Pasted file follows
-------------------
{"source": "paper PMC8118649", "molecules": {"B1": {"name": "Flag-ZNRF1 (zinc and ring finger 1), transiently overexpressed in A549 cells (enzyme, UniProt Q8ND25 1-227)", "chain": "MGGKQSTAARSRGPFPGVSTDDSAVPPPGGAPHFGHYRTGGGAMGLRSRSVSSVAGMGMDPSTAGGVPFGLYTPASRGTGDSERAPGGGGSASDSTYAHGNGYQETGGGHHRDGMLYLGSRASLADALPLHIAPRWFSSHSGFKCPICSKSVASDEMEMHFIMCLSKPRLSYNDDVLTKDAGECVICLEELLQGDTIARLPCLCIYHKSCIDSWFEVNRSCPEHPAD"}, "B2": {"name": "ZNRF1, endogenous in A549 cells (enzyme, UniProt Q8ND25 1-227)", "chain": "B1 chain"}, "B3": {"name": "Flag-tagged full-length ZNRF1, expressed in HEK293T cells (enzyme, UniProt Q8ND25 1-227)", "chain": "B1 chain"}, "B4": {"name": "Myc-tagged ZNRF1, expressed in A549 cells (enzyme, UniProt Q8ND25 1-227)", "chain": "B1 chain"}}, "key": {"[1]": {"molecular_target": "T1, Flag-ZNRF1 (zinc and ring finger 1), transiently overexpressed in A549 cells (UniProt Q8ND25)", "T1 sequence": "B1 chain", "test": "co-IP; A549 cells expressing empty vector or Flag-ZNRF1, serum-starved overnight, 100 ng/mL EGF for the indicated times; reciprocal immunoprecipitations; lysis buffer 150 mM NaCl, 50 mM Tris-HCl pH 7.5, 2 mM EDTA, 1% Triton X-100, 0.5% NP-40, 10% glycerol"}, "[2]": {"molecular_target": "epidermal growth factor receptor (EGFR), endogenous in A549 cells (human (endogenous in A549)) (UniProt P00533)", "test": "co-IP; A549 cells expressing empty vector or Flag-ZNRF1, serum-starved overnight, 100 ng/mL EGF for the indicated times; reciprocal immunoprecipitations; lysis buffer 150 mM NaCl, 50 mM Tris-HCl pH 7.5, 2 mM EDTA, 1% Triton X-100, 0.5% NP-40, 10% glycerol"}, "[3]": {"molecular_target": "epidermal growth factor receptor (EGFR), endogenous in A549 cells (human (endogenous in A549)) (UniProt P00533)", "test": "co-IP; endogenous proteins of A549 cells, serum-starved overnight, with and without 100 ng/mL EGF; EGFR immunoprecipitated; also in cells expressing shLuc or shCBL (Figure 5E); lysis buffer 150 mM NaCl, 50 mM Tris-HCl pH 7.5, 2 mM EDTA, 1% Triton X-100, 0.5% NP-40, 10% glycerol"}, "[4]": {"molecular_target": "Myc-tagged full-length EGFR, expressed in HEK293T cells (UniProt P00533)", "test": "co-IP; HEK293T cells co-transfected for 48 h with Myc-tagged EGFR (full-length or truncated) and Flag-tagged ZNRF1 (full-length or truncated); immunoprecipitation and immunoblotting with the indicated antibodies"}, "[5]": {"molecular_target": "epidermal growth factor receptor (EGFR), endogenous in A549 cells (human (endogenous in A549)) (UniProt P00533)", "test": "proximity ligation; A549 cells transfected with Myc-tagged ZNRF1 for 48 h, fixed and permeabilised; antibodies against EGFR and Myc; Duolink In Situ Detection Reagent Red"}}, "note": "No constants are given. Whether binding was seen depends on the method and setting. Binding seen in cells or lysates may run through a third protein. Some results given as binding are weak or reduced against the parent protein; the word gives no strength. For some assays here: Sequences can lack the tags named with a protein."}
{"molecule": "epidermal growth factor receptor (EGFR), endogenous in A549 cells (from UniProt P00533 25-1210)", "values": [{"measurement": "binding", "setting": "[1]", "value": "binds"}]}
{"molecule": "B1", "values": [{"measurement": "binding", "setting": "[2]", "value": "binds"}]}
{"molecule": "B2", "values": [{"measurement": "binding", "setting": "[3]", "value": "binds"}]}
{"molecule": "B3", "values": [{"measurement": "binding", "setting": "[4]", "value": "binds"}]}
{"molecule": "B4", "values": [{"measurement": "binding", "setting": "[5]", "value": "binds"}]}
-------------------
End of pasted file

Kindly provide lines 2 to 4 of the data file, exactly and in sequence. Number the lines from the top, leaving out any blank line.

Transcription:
{"molecule": "epidermal growth factor receptor (EGFR), endogenous in A549 cells (from UniProt P00533 25-1210)", "values": [{"measurement": "binding", "setting": "[1]", "value": "binds"}]}
{"molecule": "B1", "values": [{"measurement": "binding", "setting": "[2]", "value": "binds"}]}
{"molecule": "B2", "values": [{"measurement": "binding", "setting": "[3]", "value": "binds"}]}